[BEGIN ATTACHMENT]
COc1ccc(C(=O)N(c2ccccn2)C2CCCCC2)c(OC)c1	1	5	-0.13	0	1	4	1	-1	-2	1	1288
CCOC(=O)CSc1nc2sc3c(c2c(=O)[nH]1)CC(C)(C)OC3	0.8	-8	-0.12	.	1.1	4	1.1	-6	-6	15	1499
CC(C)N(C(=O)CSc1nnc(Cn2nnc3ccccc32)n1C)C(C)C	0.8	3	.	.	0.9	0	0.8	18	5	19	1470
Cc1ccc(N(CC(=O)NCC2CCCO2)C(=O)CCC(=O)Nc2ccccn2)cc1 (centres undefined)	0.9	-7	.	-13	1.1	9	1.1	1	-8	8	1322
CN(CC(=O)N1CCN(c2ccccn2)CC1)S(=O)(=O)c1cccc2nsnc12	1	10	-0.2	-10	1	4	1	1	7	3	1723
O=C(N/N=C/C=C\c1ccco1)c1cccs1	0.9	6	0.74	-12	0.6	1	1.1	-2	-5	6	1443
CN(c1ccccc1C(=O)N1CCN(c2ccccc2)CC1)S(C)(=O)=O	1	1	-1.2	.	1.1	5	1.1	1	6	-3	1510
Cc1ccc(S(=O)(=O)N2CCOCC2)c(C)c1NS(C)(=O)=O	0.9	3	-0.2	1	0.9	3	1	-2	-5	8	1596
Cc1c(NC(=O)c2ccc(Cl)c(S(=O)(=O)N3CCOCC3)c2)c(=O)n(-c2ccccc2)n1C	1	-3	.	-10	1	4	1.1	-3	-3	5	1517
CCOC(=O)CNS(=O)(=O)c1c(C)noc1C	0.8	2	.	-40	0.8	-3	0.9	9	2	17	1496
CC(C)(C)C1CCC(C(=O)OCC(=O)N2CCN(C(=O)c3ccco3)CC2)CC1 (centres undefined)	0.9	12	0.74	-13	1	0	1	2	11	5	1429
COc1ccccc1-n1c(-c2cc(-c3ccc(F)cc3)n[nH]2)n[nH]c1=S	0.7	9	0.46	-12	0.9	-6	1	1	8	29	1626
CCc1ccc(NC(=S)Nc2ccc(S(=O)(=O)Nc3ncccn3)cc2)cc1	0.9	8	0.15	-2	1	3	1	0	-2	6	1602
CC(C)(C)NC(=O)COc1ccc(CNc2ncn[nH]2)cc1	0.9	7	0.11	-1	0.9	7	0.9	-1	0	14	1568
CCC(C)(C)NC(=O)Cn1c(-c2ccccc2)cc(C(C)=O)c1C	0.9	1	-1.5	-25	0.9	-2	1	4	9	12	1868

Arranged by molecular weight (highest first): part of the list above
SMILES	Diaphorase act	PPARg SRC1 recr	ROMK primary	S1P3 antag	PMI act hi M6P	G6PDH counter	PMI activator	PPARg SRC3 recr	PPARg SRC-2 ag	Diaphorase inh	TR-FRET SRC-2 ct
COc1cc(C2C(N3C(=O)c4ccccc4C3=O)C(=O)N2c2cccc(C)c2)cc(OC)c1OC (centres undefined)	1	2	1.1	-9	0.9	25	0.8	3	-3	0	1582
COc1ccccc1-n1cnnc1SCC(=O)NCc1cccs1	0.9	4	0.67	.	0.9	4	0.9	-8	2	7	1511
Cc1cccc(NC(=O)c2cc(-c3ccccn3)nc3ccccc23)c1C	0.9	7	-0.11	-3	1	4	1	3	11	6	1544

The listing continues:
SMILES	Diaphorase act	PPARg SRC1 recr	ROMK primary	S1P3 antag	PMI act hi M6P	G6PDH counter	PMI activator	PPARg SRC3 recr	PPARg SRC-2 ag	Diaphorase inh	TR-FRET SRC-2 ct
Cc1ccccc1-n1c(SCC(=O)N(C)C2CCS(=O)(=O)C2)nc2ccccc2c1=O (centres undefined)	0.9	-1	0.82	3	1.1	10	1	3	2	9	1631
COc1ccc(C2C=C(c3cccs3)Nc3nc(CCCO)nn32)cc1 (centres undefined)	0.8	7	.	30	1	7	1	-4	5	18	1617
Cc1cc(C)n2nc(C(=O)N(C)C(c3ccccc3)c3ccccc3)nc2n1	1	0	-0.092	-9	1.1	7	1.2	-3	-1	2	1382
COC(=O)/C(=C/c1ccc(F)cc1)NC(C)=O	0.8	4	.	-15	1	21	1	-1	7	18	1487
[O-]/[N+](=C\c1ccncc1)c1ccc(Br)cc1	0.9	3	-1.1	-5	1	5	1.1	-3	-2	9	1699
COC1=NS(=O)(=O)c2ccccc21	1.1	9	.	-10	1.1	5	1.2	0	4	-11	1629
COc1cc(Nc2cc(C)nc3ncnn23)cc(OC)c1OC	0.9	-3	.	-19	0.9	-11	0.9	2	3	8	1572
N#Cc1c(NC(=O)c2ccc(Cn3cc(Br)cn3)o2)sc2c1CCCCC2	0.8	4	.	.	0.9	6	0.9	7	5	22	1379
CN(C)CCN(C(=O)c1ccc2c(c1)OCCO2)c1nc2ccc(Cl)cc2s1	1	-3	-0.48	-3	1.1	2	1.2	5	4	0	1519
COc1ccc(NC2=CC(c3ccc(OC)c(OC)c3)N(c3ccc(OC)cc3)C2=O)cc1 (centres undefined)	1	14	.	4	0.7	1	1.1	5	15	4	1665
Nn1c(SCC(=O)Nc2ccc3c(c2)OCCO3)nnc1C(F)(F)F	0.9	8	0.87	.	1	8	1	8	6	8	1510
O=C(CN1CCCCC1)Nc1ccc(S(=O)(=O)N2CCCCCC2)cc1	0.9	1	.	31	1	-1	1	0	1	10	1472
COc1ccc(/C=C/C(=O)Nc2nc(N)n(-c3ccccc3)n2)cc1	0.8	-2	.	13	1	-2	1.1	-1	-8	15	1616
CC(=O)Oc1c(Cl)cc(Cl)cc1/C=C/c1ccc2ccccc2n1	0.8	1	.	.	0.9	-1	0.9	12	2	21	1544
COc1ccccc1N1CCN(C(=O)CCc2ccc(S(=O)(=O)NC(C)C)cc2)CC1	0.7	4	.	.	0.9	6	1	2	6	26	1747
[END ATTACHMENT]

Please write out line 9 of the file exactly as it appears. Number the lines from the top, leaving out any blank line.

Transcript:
Cc1c(NC(=O)c2ccc(Cl)c(S(=O)(=O)N3CCOCC3)c2)c(=O)n(-c2ccccc2)n1C	1	-3	.	-10	1	4	1.1	-3	-3	5	1517